Farmers got some more constructive results out of USDA this week. The agency reported that U.S. farm exports for fiscal year 2006 reached a record value of $68.7 billion. Farm imports also hit a record value of $64 billion. Leading the way in exports were corn, cotton and red meats ... each of which grew by more than 20 percent in value over last year.
It's unusual these days to get such positive news in farm trade. In fact, the political aspects of farm trade tend to overshadow the good stuff. That's especially true in regard to world trade talks, where farm trade has been the major hang-up for years.
But, hope springs eternal, and this week there may have been some movement in a more positive direction.
Another in a series of "last chances" for establishing some kind of worldwide trade agreement seemed to disappear in July of this year. Despite that setback there has been back-channel work to create yet another "last chance" to forge some kind of world trade agreement.
A glimmer of hope could be seen as the 21 member nations of the Asia Pacific Economic Cooperation forum, or APEC, met this week in Hanoi, Viet Nam. Though not officially negotiating a restart of trade talks, APEC members do want World Trade Organization discussions to restart. Pascal Lamy, Chairman of the WTO, was in Hanoi earlier in the week. After returning to Geneva, he called for major players like the European Union and the United States to be more flexible. U.S. Trade Representative Susan Schwab, in Hanoi as part of the APEC conference, has called resuscitating the Doha round of trade talks a top priority for all WTO members. Peter Mandelson, the European Union's top trade negotiator, always has appeared to be a stone wall when it came to negotiations. but has opened the door slightly by stating that trade talks need to resume soon or they could be closed for "some time to come, possibly years." Many of the 149 WTO member nations want a resolution before July of 2007 when President Bush's authority expires to strike trade deals with a "yes" or "no" vote.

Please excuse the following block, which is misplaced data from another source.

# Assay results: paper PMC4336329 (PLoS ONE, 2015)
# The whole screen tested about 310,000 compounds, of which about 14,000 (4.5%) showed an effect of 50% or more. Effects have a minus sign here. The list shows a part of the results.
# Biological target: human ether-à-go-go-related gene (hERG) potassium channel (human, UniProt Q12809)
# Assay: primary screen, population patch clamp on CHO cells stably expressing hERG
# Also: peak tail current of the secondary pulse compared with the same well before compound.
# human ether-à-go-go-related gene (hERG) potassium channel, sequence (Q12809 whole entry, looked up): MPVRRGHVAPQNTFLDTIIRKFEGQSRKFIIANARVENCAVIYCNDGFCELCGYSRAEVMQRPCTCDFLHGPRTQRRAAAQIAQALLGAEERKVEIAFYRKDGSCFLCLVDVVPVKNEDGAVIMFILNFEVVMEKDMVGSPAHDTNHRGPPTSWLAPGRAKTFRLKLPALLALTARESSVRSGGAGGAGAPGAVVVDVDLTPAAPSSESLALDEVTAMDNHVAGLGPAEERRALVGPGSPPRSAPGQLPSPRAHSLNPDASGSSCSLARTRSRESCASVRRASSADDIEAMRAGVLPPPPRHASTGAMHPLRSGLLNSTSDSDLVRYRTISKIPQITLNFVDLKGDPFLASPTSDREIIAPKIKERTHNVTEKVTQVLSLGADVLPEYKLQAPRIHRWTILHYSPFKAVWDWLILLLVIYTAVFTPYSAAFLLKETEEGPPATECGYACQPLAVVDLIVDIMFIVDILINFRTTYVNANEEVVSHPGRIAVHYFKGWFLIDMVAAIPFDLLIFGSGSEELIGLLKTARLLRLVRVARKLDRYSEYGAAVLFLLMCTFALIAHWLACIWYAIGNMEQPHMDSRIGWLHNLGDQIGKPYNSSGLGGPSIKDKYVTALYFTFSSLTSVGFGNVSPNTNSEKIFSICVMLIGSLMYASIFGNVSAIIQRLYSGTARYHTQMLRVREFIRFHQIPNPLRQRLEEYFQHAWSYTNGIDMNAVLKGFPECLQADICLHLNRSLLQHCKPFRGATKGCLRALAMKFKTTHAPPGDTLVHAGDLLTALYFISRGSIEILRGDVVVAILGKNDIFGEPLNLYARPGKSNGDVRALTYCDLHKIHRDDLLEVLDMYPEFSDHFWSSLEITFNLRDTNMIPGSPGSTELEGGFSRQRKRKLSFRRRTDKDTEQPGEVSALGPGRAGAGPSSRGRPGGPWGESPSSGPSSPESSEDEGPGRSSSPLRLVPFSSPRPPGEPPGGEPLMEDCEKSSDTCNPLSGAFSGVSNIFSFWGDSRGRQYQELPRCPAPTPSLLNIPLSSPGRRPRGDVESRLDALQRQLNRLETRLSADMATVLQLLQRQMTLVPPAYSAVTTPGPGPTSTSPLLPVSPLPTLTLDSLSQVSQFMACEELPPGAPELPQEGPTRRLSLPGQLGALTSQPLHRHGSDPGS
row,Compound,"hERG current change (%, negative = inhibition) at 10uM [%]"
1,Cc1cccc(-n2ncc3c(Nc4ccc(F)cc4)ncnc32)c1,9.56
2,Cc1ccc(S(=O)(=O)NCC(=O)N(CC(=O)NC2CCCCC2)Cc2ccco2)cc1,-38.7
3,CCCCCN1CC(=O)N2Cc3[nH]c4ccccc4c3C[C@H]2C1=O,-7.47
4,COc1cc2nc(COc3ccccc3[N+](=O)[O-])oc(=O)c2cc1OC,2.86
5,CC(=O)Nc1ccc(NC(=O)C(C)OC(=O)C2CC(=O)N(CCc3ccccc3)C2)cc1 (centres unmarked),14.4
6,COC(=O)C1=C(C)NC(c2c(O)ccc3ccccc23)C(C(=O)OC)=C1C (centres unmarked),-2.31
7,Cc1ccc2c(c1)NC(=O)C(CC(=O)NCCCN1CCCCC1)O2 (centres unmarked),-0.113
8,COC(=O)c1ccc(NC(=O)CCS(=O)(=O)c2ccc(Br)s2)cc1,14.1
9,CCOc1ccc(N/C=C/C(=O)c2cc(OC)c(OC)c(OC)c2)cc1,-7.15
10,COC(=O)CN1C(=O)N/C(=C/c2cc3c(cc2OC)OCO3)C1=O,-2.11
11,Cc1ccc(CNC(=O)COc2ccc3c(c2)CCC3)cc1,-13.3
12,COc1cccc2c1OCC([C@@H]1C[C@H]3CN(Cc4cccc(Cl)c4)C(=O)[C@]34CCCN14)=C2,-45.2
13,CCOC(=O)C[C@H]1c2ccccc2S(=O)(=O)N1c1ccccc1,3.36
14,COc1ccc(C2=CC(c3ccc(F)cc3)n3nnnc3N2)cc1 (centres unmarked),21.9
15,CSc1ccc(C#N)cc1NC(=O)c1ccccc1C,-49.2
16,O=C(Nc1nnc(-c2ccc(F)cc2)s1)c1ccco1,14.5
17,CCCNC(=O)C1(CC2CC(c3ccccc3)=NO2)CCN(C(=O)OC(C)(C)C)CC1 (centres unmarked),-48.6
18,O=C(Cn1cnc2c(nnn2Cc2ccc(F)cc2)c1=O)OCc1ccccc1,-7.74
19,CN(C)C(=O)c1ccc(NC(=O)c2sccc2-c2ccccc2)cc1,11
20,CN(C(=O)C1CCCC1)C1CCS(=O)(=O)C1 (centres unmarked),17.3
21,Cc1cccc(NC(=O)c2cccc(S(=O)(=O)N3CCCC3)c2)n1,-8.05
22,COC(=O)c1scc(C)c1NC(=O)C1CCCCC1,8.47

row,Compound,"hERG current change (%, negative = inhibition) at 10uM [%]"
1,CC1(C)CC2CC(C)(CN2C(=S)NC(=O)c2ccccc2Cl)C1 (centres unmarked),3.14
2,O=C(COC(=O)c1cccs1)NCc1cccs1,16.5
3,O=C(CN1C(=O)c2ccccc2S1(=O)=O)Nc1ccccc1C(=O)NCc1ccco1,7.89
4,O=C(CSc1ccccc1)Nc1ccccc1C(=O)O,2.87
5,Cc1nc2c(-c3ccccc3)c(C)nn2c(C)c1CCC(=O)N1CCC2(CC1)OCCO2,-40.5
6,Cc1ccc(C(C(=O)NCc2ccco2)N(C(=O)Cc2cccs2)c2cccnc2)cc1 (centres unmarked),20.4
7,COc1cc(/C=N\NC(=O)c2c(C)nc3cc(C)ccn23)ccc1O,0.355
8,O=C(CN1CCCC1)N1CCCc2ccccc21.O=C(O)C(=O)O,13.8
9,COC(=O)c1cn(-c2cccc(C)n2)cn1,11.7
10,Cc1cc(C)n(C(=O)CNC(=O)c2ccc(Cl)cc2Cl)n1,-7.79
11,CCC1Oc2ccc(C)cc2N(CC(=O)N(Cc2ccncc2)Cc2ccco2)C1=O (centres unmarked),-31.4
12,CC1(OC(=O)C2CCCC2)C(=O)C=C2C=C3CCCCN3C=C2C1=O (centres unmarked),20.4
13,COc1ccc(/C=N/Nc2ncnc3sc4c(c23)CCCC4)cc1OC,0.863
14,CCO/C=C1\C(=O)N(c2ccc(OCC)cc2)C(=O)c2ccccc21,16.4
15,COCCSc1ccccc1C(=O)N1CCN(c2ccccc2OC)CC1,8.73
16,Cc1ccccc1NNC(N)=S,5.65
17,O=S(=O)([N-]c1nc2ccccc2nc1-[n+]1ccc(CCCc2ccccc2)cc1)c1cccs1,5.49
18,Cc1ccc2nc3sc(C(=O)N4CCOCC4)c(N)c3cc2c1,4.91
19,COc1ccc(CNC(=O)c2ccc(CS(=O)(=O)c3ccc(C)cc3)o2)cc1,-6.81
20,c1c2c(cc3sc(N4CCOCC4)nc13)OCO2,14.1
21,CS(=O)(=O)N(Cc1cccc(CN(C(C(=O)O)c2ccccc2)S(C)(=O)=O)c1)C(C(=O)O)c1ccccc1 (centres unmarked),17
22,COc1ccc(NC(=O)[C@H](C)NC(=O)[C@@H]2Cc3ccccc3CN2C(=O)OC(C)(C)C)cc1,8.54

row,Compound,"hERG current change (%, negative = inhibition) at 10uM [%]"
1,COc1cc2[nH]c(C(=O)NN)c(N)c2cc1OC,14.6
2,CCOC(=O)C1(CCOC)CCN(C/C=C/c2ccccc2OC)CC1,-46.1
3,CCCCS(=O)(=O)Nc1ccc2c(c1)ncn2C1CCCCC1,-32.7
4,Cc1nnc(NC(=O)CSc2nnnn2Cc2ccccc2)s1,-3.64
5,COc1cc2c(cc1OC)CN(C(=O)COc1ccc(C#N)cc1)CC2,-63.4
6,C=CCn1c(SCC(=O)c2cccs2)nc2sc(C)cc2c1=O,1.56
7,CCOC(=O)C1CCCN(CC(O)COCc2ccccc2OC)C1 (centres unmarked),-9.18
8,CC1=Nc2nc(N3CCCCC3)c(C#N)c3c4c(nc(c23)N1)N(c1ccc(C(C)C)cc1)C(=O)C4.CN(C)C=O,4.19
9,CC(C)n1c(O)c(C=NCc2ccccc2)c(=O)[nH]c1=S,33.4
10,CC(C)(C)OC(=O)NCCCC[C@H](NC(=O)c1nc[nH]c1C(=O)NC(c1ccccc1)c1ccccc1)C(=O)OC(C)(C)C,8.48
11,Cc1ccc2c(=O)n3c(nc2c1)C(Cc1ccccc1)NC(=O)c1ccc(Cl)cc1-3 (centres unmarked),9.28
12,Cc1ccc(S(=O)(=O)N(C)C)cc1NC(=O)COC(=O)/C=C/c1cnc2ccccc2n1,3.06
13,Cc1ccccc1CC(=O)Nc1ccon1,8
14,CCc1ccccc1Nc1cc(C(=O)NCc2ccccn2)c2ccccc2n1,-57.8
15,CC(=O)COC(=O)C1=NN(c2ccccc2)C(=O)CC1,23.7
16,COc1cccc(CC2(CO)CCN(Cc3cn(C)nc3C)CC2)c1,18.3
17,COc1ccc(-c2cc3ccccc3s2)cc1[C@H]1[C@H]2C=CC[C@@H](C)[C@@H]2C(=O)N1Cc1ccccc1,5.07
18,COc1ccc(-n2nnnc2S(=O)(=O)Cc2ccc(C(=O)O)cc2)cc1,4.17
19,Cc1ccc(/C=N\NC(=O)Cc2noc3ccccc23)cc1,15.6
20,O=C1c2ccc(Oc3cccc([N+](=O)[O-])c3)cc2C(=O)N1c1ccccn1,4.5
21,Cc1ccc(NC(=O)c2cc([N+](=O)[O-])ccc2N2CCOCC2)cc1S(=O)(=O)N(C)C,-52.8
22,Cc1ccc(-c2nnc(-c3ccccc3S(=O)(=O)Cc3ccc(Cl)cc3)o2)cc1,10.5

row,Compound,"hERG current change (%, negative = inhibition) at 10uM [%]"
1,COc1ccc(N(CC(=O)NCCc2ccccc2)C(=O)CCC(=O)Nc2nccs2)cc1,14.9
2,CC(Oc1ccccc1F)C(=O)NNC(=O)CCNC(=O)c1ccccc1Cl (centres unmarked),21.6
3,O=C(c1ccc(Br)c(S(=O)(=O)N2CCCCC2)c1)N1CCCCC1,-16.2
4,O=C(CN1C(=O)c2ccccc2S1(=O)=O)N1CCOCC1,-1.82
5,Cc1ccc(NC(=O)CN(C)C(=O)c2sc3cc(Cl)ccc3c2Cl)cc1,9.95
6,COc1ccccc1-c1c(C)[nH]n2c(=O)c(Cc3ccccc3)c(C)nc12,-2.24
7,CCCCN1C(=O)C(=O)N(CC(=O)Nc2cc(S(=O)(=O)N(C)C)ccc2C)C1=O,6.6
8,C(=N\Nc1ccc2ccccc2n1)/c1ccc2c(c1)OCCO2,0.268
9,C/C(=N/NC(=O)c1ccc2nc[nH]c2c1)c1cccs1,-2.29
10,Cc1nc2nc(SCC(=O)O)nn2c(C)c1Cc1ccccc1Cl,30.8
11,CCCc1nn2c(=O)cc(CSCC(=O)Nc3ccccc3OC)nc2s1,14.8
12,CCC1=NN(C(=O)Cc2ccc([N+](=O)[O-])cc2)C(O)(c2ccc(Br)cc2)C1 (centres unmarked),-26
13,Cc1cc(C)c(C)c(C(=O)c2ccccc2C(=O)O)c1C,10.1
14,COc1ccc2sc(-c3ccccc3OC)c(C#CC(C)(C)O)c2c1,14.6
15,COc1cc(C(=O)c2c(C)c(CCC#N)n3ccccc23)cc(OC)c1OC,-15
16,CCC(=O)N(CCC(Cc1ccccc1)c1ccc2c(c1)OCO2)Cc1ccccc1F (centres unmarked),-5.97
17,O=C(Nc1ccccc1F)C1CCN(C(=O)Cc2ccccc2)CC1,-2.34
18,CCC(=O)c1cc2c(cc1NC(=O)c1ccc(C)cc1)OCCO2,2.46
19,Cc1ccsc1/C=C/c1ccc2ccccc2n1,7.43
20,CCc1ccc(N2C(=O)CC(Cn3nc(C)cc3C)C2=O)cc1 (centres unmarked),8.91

The European Union and the United States, the world's two largest trading entities, always have been deadlocked over the single issue of farm subsidies. Attempts to revive talks in Cancun in 2003, in Hong Kong in 2005, and in Geneva in July ended without resolution.